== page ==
Getting Started - change Vespene listen port/ logs


#1

Doh!

I have something else running on port 8000.

Can anyone point me at how to change it?

Also, where do I find any logs /var/log/vespene is empty for me right now?


#2

Hi @jhawkesworth,

When you are installing you get a chance to set the port in 0_common.sh, but afterward, the result of the configuration is a supervisord config file in /etc/vespene/supervisord.conf, that contains the port string.

Vespene runs as "vespene", so you have to pick a port above 1023.

/var/log/vespene files are mostly created and controlled by running the app through supervisor (which saves standard output there), so if you're not seeing any logs, that may be from running the webserver from the command line.

Let me know if that helps, and if not, what commands you are trying/running.

Thanks!


#3

Also if you are leaving the fileserving features turned on (which allows Vespene workers to serve up the build roots directly), there's another copy of the port setting you need to change in /etc/vespene/settings.d/workers.py.

You will need to restart Vespene after changing that setting.


#4

Thanks for this, I'm all configured for a different port now. Turns out I had more fundamental issues - postgres wasn't running.
I'm almost up and running now but for some reason vespene can't create the pid on startup.
That said I think I'm going to start again with a clean vm as all the issues so far have stemmed from it being old and having other stuff on it already.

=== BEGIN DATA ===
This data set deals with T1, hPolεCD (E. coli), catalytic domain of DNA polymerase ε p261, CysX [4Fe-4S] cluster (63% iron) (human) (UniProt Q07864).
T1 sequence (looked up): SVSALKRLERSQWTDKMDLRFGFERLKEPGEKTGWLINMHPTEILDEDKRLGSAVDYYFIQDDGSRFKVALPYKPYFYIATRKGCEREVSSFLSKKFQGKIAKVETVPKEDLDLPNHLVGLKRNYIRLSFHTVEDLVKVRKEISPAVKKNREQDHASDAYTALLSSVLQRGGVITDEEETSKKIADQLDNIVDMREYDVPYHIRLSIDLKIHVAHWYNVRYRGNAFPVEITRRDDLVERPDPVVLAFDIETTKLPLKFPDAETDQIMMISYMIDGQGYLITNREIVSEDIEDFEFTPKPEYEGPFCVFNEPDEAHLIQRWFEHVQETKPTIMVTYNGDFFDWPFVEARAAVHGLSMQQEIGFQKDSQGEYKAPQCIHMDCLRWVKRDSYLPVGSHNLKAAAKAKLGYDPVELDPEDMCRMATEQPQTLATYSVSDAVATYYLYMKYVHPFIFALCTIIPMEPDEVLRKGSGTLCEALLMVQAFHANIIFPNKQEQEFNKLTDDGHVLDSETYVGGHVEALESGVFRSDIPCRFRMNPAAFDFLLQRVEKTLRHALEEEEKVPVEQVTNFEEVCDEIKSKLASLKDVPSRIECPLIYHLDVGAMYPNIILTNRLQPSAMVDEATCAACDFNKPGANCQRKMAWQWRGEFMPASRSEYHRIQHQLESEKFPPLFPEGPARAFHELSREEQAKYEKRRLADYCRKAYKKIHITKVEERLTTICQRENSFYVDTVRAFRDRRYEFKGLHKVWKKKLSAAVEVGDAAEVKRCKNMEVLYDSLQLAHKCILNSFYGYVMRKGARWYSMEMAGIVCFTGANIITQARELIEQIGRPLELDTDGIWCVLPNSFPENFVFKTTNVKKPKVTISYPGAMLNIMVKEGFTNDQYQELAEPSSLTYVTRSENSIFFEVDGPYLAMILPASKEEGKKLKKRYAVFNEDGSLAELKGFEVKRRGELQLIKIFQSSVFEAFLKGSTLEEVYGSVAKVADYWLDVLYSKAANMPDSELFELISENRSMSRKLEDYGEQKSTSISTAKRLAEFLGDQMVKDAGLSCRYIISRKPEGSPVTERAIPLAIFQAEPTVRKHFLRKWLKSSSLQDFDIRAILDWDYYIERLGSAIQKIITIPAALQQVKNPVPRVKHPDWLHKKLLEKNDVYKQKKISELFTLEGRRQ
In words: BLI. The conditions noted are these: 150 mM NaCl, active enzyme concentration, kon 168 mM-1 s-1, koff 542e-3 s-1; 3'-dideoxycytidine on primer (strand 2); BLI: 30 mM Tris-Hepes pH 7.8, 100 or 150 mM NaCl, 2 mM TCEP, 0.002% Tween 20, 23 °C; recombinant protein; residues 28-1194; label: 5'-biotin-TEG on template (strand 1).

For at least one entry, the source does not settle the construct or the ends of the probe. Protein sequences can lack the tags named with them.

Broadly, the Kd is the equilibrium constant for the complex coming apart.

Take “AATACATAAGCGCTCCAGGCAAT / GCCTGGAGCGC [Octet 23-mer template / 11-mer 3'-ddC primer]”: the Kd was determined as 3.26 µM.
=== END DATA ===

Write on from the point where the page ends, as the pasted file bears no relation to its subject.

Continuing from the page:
#5

"I'm almost up and running now but for some reason vespene can't create the pid on startup."

Sounds like a permissions problem on the pidfile directory for sure. Let me know if you see it again and if so include the full error message and we can perhaps debug what happened.

Thanks!


#6

Thanks for this. I got this working in the end by doing the following.:

sudo mkdir /var/run/vespene
sudo chown vespene:vespene /var/run/vespene

sudo vi /etc/vespene/supervisord.conf
change
pidfile=/var/run/supervisord.pid
to
pidfile=/var/run/vespene/supervisord.pid

and then restart vespene

sudo systemctl restart vespene.service

No doubt there are better ways of doing this (and its a mystery why it wasn't necessary on my Bionic Ubuntu box, which just worked straight away) but it has got me up and running.


#7

What OS were you trying this on?

My runs through on CentOS 7 (stock install) and Bionic both didn't have permission problems here.

I think the pidfile should be in /var/run/vespene anyway, just to avoid any possible supervisor conflicts -- so that's a good change to make.


#8

It was a Centos 7.2 but its probably been hacked around on for too long to be a reliable reference point for anything else.


#9

Hmm, strange, maybe permissions on /var/run changed, good to know. Anybody else who hits a clean-install CentOS problem please give me a heads up!